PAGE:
Per Dr. Kong, the largest concerns with these dogs are hypothermia or frostbite, particularly on sensitive areas like the nose, ears, and paw pads. That being said, she warns that once the temperature starts to drop below freezing, pretty much any dog is at some risk and should have their snow time limited. Look for shivering, lethargy, whining, or displaying any general discomfort as signs that your dog has been in the snow too long.

Additionally, Susan Nilson, trainer and founder of The Cat and Dog House, explains that the snow itself poses another sneaky threat to dogs who love to play in it. While these pups are running around, snow can get stuck between their toes before melting and forming sharp ice chips that poke the inner paw. This painful issue is especially common in dogs with longer hair around their paws and only elevates the frigid impact of the weather.

“If you notice your dog holding up their paw during a snowy walk, this could be the reason. Obviously, snow is also extremely cold which may cause discomfort for some dogs, like a burning sensation in their paws,” she says.  

How can you train your dog to come inside when it’s time?

To avoid these risks, Shane Gentry, trainer and founder of Sally Said So, recommends one tactic above all else. He says that training your dog to execute reliable recall is essential in getting them out of the snow, regardless of how much they’re enjoying the weather. “Recall is recall no matter the environment. It is one of those non-negotiable commands every dog should know. It can literally save your dog’s life,” he says.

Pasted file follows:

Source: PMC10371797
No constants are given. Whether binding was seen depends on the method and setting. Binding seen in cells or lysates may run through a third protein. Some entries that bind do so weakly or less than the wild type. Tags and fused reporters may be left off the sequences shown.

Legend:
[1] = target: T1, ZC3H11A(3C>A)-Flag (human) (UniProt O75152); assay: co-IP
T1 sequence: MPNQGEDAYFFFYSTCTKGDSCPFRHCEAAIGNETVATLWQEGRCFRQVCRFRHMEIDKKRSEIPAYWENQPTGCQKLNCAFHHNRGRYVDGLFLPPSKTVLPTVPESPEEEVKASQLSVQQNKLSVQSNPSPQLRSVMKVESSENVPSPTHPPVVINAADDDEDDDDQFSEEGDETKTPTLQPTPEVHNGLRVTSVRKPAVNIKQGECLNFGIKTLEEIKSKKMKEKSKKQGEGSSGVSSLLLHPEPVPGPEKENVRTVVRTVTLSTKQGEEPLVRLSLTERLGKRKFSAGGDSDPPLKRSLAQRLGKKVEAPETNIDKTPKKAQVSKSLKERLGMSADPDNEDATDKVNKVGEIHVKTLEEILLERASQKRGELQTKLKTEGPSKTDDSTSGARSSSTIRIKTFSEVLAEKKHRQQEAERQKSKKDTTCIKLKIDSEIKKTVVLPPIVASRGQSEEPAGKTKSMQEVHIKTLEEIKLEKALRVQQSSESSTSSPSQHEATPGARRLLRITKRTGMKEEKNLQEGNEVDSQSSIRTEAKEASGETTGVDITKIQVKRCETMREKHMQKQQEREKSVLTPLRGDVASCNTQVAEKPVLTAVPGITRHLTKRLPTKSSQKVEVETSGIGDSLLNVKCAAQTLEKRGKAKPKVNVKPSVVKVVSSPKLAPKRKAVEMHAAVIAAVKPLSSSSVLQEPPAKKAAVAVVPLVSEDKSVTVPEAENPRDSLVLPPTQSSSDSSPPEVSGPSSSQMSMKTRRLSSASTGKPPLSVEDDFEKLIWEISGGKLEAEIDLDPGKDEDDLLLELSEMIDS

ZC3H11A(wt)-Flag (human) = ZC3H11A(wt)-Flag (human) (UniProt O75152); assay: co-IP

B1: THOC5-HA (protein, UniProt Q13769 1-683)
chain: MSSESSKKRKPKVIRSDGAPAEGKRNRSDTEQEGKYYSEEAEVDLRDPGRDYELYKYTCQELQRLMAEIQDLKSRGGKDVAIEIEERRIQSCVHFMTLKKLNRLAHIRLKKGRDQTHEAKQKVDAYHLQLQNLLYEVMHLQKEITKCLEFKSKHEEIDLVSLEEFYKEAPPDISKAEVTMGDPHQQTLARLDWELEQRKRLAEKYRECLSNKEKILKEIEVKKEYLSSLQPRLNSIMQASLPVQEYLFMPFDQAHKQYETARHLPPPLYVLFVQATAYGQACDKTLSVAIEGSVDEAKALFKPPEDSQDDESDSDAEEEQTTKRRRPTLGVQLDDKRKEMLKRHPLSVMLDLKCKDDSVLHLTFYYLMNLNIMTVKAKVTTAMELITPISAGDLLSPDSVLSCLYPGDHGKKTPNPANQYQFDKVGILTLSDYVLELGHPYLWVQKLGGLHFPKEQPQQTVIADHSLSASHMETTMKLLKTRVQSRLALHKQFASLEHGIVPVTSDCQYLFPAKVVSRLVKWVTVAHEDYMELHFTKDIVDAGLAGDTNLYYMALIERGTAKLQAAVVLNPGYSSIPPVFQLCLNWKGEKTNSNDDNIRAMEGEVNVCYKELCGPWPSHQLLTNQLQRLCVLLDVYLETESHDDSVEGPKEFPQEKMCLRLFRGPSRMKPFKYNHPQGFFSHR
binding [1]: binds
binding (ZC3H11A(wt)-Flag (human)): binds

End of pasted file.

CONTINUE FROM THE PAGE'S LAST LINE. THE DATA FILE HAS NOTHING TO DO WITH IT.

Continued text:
For recall training newcomers, start indoors or in another enclosed space. Try to limit any distractions or excess stimuli and have your pup’s favorite treats handy. Then get their attention using their name or a verbal like “come” or “here” and reward them with a treat. Take a few steps away and run it back, increasing distance with every take. Repetition is key in for this training. 

Dr. Kong agrees that proper recall training is crucial in getting dogs to hop out of the snow while recommending a couple of additional techniques, including using a long leash. This will help guide resistant dogs inside when they’re overstaying their wintry retreat. Establishing a routine of consistent outdoor excitement for your dog every day will also help set and manage expectations. Of course, this type of regular exercise and exploration will simply improve your dog’s physical and mental health in general.

“Remember that providing outdoor playtime that’s physically and mentally engaging can help ensure your dog is satisfied and more willing to come inside after enjoying the snow,” Dr. Kong explains.

If all else fails, double down on the appeal of staying in and being a couch potato. Be sure to create a warm and cozy space indoors with lots of toys and treats, and your dog will a become a bratty homebody like mine in no time.

Sean Zucker

Sean Zucker

Sean Zucker is a writer whose work has been featured in Points In Case, The Daily Drunk, Posty, and WellWell. He has an adopted Pit Bull named Banshee whose work has been featured on the kitchen floor and whose behavioral issues rival his own.

Related articles